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Elgar Pomp and Circumstance March No 1
When Elgar's original orchestral version of this march was first performed in the Royal Albert Hall, Sir Henry Wood, the conductor, had to repeat it twice, if only to restore order, so tumultuous was the reception it received. The following year Edwin Lemare, one of the most dazzling organists of the age, arranged it for organ. That was in 1902, coronation year, and this march has come to be associated with the splendour, the pomp, and the greatness with which the British Empire was bedecked at its peak. It was apparently the newly acceeded King Edward himself who suggested that words should be put to the trio—the middle part—of this march. It was a tune which Elgar confessed he had 'carried in his pocket' for twenty years, a tune mature enough to carry the words 'Land of Hope and Glory'.
Bourgeois Serenade Op 22
Derek Bourgeois was born in Dulwich, studied music at Cambridge, and lectured in music at Bristol University for some years before becoming Director of the National Youth Orchestra. As a composer his energy is directed into major forms such as the symphony, oratorio and sonata, but he also has time for a joke in the true Haydn tradition and a sense of joie de vivre. His less 'serious' works incude a 'Wine' Symphony and a Cantata Gastronomica.
His Serenade has become very popular in an arrangement for brass band, but it was composed as an organ piece, a bridal march for his own wedding. It is the sound of steel drums that comes to mind, though, as the music unfolds, for this march swings in Caribbean style. As the number of beats in a bar becomes increasingly odd, the listener is left wondering whether the music was designed to amuse the composer's musical bride as she walked up the aisle, or confuse his eminent Director of Studies who was in the congregation. Certainly he would have been able to unravel a hint or two of a famous Bolero from the music …
Bonnet Elfes Op 7 No 11
Bonnet was a pupil of Alexandre Guilmant, and like him in that he pursued a double career both as an editor of early music and as a recital organist who excited international admiration. He established a strong reputation in North America and spent his last years there teaching the organ at the Quebec Conservatoire.
Elfes is one of a set of twelve Pièces nouvelles whose inspiration is both sacred and secular. Earlier in the set there is a piece named after Verlaine's poem 'Clair de lune', and by contrast a 'Prélude au Salve Regina', Elfes is as featherweight and elusive as the mythical creatures it portrays, and demands an equally featherweight virtuosity.
Lemare Concert Fantasia Op 91
This must be one of the few compositions to have been written on an Edison phonograph cylinder, although its gifted composer had really no need to make use of such a device to capture his inspiration.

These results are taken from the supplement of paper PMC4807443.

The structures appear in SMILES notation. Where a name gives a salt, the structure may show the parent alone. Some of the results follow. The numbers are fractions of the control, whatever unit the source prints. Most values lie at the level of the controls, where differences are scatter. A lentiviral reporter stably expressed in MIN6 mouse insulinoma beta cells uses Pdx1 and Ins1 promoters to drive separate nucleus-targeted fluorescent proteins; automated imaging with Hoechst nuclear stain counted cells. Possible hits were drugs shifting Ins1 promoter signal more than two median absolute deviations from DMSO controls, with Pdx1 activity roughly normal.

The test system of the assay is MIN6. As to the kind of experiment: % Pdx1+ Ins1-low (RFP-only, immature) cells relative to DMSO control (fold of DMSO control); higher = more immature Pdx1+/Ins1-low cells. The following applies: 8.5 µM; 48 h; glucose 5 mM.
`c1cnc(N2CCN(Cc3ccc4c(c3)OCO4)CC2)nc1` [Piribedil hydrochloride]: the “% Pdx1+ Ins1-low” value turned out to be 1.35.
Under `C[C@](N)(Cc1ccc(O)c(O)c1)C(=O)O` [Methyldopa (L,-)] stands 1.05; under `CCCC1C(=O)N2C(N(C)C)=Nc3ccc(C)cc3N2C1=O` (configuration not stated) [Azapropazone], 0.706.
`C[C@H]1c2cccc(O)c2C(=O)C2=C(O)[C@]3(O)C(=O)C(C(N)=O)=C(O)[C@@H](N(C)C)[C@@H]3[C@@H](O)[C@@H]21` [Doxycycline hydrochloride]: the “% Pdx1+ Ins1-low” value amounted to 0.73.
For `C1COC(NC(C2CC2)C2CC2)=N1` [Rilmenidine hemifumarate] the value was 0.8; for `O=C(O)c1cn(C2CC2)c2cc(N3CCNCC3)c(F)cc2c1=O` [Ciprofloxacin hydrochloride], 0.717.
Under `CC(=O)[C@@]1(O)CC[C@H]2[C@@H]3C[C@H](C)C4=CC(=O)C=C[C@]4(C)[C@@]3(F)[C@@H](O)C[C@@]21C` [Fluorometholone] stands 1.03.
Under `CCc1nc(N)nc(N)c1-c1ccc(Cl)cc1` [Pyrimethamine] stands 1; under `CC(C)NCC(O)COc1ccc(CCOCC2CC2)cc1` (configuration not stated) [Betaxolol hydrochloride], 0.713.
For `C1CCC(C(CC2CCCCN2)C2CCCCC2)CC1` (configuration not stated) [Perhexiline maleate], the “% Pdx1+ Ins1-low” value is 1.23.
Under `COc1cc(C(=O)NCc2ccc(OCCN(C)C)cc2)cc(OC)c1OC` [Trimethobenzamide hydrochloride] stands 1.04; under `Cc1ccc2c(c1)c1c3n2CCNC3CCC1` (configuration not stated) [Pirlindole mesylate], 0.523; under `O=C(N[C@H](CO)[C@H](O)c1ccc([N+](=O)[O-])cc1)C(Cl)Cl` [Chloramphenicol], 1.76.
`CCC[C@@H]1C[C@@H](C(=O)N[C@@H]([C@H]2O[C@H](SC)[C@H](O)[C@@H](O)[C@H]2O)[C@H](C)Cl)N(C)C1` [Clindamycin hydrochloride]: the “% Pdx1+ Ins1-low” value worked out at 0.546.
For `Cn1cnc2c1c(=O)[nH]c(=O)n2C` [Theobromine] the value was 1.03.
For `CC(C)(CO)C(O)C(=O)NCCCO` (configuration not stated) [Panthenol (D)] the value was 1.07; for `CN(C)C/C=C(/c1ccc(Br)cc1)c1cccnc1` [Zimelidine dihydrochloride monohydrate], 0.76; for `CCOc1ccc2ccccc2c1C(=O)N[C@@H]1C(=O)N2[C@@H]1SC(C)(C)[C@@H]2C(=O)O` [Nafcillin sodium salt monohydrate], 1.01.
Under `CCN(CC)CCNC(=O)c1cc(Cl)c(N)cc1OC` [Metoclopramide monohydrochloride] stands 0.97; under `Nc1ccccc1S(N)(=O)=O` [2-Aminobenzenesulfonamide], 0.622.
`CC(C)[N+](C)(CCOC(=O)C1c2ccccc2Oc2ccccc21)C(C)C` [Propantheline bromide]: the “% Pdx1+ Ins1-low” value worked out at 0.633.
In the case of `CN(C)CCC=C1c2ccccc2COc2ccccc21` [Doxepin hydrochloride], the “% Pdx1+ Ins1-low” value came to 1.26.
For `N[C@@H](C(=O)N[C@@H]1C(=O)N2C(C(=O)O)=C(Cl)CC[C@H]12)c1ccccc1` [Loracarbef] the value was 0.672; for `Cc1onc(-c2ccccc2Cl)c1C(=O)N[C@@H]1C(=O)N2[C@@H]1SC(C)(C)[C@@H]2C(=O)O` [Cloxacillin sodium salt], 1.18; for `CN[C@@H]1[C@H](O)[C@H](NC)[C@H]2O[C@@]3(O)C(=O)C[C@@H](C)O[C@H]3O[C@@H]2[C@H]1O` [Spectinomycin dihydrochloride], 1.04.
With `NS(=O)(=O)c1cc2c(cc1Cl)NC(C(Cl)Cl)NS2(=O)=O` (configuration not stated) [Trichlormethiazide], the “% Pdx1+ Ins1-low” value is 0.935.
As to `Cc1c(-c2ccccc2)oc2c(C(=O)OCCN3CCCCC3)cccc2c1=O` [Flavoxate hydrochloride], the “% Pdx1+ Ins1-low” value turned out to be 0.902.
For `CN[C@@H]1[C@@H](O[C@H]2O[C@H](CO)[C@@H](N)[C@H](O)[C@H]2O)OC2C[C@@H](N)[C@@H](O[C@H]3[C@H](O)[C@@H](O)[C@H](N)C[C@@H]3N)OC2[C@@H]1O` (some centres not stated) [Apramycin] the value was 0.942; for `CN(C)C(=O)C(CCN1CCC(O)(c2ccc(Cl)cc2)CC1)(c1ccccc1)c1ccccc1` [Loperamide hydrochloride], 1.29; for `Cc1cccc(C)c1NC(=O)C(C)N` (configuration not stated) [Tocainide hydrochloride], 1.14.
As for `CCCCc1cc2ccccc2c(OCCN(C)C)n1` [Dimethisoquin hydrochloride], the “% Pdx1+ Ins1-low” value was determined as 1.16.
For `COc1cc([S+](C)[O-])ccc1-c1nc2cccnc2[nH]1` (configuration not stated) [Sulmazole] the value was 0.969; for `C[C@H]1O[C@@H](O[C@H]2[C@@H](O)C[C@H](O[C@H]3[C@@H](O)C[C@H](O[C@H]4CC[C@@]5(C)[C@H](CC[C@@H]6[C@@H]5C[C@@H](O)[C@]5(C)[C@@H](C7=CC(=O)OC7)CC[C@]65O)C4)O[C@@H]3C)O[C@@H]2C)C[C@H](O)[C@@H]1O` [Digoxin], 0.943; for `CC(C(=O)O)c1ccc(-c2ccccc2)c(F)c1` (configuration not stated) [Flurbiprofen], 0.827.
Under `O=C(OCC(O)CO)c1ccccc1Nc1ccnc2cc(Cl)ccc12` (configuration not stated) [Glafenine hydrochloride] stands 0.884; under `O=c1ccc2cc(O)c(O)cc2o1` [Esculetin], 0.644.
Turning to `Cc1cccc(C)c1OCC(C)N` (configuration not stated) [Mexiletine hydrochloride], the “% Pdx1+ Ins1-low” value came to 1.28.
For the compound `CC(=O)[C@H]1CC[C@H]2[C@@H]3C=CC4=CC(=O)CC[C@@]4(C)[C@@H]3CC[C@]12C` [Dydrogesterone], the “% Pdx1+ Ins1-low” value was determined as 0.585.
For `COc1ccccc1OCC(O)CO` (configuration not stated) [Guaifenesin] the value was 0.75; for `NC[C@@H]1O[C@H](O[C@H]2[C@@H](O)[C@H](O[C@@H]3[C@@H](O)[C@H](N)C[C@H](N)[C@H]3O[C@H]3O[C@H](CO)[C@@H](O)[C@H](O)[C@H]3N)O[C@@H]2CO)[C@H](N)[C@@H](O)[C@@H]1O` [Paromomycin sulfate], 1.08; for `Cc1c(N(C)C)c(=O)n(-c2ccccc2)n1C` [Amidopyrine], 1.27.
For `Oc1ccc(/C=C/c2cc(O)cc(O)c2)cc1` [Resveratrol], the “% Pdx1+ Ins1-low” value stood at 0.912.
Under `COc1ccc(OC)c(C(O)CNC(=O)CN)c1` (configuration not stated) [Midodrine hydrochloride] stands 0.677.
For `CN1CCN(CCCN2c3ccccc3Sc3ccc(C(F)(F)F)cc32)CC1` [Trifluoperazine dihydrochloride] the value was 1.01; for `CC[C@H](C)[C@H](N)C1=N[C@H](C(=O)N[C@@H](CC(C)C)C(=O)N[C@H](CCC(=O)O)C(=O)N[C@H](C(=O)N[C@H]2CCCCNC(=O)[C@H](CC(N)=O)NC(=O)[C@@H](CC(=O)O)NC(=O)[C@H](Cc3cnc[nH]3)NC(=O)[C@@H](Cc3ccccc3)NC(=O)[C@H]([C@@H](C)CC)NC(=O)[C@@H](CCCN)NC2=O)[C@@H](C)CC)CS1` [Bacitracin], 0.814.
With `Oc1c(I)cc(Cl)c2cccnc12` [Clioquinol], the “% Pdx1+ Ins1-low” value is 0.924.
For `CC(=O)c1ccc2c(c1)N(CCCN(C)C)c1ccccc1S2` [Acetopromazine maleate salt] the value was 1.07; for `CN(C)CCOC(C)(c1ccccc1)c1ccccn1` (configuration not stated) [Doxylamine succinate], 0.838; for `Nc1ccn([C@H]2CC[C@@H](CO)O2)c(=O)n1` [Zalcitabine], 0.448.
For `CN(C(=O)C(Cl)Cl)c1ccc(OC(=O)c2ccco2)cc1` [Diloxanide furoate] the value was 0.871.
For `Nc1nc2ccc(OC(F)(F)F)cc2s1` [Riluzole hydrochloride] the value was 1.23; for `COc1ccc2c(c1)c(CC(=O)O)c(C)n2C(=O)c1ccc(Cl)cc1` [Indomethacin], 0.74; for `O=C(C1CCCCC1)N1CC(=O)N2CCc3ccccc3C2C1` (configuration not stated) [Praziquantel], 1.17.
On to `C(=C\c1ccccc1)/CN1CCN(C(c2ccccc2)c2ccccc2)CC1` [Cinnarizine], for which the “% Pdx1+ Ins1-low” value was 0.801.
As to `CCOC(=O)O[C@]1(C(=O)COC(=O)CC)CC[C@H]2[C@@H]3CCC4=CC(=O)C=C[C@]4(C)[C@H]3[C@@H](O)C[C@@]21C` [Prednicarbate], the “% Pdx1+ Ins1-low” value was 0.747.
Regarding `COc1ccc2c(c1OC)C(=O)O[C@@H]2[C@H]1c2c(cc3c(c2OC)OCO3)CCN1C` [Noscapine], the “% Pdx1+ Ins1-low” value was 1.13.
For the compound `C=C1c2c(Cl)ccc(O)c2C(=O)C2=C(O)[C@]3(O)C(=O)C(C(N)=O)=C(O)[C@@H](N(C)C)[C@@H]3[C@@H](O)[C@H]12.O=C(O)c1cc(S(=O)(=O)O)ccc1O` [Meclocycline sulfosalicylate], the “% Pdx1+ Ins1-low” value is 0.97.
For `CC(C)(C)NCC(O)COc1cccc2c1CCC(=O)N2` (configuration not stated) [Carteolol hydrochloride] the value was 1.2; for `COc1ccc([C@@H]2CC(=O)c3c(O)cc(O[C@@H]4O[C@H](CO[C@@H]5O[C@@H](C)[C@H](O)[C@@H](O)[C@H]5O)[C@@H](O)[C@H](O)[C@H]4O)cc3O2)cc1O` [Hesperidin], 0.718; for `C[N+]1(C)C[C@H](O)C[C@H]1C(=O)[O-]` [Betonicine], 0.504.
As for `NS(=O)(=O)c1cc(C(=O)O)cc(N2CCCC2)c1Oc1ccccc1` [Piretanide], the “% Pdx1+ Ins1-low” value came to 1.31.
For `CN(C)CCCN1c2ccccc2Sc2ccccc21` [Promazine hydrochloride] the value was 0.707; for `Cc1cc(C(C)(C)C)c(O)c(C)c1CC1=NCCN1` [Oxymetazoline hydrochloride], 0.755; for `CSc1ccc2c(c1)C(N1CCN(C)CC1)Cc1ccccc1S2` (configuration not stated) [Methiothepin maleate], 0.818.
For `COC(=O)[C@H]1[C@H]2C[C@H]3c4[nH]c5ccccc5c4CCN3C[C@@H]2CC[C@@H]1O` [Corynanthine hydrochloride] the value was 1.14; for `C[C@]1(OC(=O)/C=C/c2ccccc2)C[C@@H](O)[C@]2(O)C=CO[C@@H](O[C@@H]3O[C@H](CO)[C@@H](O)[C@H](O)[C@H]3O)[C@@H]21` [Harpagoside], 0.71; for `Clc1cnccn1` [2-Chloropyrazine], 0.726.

Edwin Lemare was a highly trained musician, and his skill at the organ was that of the virtuoso. He was born and brought up at Ventnor on the Isle of Wight, and although his father was an organist it was his mother who pushed him to develop his musical abilities. By the time he was nineteen he made front page news in the London papers with his astonishing organ recitals at the International Inventions Exhibition. It was not too long before he was organist at the highly fashionabale St Margaret's, Westminster. But side by side with that success were rows, showing a lack of diplomacy which was to plague his whole career. His personal life also showed its instability when he eloped into his first marriage.
Unfortunately the incumbent who brought him to St Margaret's Westminster departed in a hurry and his successor literally had little time for music. Exit Lemare, to the life of a travelling virtuoso and to his first divorce. He travelled in Britain, Australia and the USA, commanding huge audiences. His adventures included missing the San Francisco earthquake by a day, and returning there when the city was rebuilt as the world's highest paid organist.
Harvey Grace, who was at one time organist of Chichester Cathedral, pointed out an aspect of Lemare's genius in this piece, namely his use of the technique of counterpoint (of which Bach was the pastmaster) to the extent of combining all three themes on the final pages. He went on 'Most of us would be satisfied when we had done this, even after the comsumption of midnight oil, but Mr. Lemare, with a casual 'while I think-of-it' air, plays at the same time Auld Lang Syne with the pedals.' … and that is just what happens in this music as published, transcribed by Lemare from his own improvisation to the phonograph.